She knew I’d do anything for her. Even stand in heels alone at a bar, melting, while drinking overpriced watered-down alcohol.
Just go home. My inner voice told me. You don’t belong here.
Couples leaned in close at tall tables, whispering secrets while gazing at the cityscape. Groups of friends were celebrating loudly near the VIP booths as drinks were poured and downed just as quickly. And I stuck out, but not in a good way.
She gets fifteen more minutes. If Carm’s a no-show; I’m out.
Music livened up my dull, steamy, late evening.
I wanted to freshen up my drink. Just needed to grab the bartender’s attention. He was on one side of the bar serving a group of guys in business casual work clothes. When the bartender, finally, turned in my direction, I reached out my hand to wave him over but was rudely interrupted.
“Rum and coke, light ice.” A firm male’s voice yelled from beside me. He blatantly stole my bartender’s attention. I glanced over at him, considering whether to confront this guy about his lack of common decency. Assertive was not my middle name. Hiding in a crowd of people to avoid being noticed was more my speed. I gnawed on the inside of my cheeks. Timidity won. I’m as spineless as they came.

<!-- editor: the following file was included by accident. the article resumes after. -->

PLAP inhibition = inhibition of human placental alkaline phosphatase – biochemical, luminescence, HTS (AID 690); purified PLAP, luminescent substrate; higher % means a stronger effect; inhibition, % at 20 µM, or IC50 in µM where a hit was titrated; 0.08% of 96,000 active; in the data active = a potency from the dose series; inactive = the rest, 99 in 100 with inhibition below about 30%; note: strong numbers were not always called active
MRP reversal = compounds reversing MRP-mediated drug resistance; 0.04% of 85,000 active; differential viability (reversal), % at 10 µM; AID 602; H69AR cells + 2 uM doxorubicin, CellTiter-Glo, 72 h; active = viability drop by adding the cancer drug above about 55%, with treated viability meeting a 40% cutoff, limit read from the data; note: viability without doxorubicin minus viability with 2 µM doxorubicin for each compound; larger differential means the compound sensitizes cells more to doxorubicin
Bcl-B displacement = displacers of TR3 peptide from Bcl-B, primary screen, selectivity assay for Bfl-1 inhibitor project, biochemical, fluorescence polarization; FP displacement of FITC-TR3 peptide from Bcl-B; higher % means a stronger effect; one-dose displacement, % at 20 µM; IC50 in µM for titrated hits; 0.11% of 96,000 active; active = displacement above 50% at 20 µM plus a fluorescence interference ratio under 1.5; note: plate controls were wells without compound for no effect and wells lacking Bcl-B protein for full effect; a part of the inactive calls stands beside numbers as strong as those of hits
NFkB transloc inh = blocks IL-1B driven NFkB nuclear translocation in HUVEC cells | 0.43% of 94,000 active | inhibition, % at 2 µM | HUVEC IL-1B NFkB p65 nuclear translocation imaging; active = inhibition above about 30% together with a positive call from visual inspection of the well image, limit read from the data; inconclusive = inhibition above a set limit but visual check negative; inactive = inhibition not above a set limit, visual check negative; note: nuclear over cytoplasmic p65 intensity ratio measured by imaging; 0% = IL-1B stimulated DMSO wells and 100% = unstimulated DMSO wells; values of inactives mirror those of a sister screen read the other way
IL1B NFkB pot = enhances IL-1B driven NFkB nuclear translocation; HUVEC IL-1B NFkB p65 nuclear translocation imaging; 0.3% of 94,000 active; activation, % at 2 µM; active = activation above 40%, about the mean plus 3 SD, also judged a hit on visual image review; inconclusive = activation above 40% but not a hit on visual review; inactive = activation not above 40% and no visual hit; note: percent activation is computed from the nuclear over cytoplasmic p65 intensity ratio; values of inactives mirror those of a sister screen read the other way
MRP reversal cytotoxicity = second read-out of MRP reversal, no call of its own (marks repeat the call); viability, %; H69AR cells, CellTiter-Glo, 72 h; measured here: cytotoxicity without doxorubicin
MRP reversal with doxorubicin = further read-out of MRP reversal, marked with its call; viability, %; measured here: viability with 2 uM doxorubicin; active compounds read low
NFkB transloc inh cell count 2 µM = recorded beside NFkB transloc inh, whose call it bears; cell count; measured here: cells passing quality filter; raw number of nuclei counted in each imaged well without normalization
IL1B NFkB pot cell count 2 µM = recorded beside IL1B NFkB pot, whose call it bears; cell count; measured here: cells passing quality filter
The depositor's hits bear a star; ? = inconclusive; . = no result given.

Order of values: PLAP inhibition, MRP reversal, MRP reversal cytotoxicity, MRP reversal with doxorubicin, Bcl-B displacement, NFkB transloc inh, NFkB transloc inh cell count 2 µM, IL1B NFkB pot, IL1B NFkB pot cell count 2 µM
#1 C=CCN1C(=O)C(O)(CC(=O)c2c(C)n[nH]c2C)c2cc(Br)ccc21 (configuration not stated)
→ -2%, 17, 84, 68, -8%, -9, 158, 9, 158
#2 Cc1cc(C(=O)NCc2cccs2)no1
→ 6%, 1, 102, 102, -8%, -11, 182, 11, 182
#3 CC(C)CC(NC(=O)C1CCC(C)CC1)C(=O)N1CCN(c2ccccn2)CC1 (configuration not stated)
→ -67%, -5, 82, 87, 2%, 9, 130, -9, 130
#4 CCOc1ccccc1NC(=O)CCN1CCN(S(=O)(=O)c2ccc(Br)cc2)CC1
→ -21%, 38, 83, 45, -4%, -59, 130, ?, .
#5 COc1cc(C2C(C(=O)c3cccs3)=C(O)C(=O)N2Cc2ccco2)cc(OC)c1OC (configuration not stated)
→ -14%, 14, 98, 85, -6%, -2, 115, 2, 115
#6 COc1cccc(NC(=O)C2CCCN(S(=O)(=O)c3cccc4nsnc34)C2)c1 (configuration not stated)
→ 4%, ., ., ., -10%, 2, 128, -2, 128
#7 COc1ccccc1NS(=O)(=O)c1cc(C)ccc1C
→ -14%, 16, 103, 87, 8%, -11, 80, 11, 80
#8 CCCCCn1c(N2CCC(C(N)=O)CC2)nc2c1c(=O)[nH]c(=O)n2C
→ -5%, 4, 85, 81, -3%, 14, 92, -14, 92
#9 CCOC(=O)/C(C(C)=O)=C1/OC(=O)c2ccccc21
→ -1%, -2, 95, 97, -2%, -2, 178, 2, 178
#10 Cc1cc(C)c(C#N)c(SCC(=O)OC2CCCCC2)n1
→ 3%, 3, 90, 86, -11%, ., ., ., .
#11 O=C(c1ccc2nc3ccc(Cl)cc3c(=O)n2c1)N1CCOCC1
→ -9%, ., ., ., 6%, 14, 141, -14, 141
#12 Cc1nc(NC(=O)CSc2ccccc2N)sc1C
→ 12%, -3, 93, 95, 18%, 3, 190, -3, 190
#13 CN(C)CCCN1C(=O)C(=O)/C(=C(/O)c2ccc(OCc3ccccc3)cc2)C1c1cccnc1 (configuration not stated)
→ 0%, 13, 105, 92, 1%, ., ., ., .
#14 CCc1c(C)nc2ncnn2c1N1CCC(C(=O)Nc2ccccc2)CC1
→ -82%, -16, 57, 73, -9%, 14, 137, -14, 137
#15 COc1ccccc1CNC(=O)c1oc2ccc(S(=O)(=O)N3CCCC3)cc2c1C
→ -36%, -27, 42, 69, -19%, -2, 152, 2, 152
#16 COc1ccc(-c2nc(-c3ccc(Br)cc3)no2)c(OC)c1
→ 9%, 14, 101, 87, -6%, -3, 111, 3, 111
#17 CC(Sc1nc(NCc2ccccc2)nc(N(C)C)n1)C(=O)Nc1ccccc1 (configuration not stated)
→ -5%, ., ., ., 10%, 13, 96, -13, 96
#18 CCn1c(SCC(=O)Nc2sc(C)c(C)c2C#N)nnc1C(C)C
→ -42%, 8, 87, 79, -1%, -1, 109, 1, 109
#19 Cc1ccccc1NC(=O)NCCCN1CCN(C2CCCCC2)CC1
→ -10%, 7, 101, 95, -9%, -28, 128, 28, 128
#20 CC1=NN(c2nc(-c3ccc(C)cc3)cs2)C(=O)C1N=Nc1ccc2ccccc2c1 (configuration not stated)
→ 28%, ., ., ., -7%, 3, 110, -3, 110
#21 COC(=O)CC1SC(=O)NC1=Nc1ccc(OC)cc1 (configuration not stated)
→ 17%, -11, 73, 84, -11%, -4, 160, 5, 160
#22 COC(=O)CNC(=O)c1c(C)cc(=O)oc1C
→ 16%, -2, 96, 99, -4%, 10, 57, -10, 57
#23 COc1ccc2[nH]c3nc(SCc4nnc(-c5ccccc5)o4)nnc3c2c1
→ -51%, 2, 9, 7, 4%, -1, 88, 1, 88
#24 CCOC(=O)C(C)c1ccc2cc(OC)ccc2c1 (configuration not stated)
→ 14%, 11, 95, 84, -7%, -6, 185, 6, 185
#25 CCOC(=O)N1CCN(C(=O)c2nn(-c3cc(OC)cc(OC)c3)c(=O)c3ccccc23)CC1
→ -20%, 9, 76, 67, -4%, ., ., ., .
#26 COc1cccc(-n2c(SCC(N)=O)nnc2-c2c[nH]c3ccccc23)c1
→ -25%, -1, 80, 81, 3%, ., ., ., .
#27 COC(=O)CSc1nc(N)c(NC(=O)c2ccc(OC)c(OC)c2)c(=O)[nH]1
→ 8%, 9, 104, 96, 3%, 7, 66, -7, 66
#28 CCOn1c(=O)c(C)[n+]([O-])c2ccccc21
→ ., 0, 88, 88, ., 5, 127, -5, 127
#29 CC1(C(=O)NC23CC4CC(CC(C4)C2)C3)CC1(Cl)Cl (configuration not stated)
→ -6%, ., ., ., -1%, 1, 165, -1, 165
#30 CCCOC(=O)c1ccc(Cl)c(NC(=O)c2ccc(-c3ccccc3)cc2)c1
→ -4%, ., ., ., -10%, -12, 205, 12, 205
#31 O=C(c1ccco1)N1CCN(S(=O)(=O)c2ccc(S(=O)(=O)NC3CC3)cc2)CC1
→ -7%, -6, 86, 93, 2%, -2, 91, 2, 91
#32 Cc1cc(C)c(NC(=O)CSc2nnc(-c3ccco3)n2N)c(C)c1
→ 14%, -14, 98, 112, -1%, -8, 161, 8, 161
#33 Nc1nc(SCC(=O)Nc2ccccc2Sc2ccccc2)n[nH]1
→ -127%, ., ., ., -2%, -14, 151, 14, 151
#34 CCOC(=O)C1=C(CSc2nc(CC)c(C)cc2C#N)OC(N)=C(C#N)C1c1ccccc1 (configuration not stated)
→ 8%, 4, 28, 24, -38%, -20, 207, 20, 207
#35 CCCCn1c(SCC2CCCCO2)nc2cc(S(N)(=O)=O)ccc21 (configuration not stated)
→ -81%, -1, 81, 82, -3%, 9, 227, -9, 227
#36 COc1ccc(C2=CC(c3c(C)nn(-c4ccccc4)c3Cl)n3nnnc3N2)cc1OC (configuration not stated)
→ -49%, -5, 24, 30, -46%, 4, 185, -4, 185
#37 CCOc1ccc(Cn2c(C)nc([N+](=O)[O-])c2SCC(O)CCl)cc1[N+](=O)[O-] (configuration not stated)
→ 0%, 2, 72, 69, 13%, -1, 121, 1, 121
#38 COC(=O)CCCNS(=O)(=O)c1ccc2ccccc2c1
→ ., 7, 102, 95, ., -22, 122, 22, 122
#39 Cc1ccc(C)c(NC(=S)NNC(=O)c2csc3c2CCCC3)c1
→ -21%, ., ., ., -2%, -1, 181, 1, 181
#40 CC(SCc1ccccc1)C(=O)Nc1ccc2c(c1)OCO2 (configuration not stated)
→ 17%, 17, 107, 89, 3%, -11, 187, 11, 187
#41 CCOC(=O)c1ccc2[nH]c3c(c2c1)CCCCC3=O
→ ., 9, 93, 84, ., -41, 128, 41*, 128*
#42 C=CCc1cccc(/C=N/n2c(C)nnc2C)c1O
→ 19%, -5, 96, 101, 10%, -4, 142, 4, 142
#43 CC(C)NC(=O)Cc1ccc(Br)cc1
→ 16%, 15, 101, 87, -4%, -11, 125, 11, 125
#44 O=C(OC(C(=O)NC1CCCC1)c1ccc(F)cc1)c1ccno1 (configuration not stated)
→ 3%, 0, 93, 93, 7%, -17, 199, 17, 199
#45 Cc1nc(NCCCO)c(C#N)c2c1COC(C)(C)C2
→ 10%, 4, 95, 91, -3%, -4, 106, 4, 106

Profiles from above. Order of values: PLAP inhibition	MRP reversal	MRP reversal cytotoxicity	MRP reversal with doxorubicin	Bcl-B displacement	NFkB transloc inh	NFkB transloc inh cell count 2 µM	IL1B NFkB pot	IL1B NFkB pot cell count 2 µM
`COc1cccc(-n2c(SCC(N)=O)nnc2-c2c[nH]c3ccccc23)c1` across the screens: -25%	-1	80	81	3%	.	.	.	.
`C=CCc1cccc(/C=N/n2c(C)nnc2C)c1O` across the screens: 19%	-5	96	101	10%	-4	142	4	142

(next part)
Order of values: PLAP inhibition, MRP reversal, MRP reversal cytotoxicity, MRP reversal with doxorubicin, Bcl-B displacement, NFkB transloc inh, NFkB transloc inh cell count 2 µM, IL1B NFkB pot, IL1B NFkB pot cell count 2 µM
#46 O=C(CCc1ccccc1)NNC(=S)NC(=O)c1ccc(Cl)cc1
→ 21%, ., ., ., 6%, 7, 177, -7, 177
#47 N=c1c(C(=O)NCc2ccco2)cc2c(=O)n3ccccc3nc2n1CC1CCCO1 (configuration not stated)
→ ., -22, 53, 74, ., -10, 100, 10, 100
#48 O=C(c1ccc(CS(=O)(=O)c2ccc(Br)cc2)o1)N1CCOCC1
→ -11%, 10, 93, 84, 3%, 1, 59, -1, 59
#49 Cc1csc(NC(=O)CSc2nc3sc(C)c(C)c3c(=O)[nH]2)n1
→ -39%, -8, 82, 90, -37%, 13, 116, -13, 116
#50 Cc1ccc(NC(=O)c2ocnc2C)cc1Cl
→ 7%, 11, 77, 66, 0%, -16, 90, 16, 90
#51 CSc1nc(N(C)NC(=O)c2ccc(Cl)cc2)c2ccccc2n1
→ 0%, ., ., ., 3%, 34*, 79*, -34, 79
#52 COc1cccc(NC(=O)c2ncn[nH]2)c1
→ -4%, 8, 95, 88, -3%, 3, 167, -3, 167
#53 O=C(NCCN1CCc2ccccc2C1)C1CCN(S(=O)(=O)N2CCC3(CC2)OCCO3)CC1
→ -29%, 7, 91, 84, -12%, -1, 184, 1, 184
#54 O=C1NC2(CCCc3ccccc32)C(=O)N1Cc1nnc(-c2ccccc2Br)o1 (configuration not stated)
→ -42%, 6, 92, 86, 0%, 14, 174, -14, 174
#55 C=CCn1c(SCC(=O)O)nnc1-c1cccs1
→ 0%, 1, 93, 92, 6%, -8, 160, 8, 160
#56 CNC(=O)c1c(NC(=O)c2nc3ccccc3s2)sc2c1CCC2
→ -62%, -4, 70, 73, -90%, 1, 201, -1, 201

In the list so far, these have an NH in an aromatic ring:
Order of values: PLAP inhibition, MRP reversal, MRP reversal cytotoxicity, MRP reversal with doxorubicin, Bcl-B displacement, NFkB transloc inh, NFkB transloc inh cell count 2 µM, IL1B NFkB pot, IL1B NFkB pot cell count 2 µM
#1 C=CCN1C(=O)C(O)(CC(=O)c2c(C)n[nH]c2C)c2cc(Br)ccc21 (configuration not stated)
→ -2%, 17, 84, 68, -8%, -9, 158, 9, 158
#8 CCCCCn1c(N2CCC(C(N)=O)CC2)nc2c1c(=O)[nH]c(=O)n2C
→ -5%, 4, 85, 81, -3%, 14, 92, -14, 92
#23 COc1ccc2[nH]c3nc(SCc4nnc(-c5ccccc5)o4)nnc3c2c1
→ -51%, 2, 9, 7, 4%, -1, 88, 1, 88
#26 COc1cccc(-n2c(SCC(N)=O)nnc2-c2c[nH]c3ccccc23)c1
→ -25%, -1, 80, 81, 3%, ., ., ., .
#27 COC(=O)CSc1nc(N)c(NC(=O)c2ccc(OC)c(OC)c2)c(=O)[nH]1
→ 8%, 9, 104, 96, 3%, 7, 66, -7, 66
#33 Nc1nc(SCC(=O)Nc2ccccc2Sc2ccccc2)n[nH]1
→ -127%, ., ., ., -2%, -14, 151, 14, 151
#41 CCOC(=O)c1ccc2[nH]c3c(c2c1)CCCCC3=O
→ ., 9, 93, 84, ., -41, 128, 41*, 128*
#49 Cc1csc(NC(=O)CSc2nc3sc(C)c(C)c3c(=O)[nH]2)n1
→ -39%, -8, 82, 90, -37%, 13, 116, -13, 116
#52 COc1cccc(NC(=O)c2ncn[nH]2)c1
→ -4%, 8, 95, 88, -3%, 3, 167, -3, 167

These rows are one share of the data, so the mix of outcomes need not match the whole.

“Here’s your drink, sir,” The bartender said.
I parted my lips to place my order next.
“It’s hers.” The barfly said without looking in my general direction. Then, he set a crumbled fifty on the bar for the bartender as he served me the drink. “Keep the difference.”
I was speechless.
“Your drink, Miss,” The bartender set the cup down and grinned at the patron as he snatched up the generous tip.
“Um, thanks,” I managed to say once I realized what was happening.
“You didn’t have to…” I started.
“I don’t drink much. Especially when, I’m on the clock.” The guy was dressed in all black. A tight black tee that stretched across toned arms, muscular chests, and tucked into a pair of dark jeans that cinched his flat waist. I raised my eyes briefly to meet his piercing golden gaze.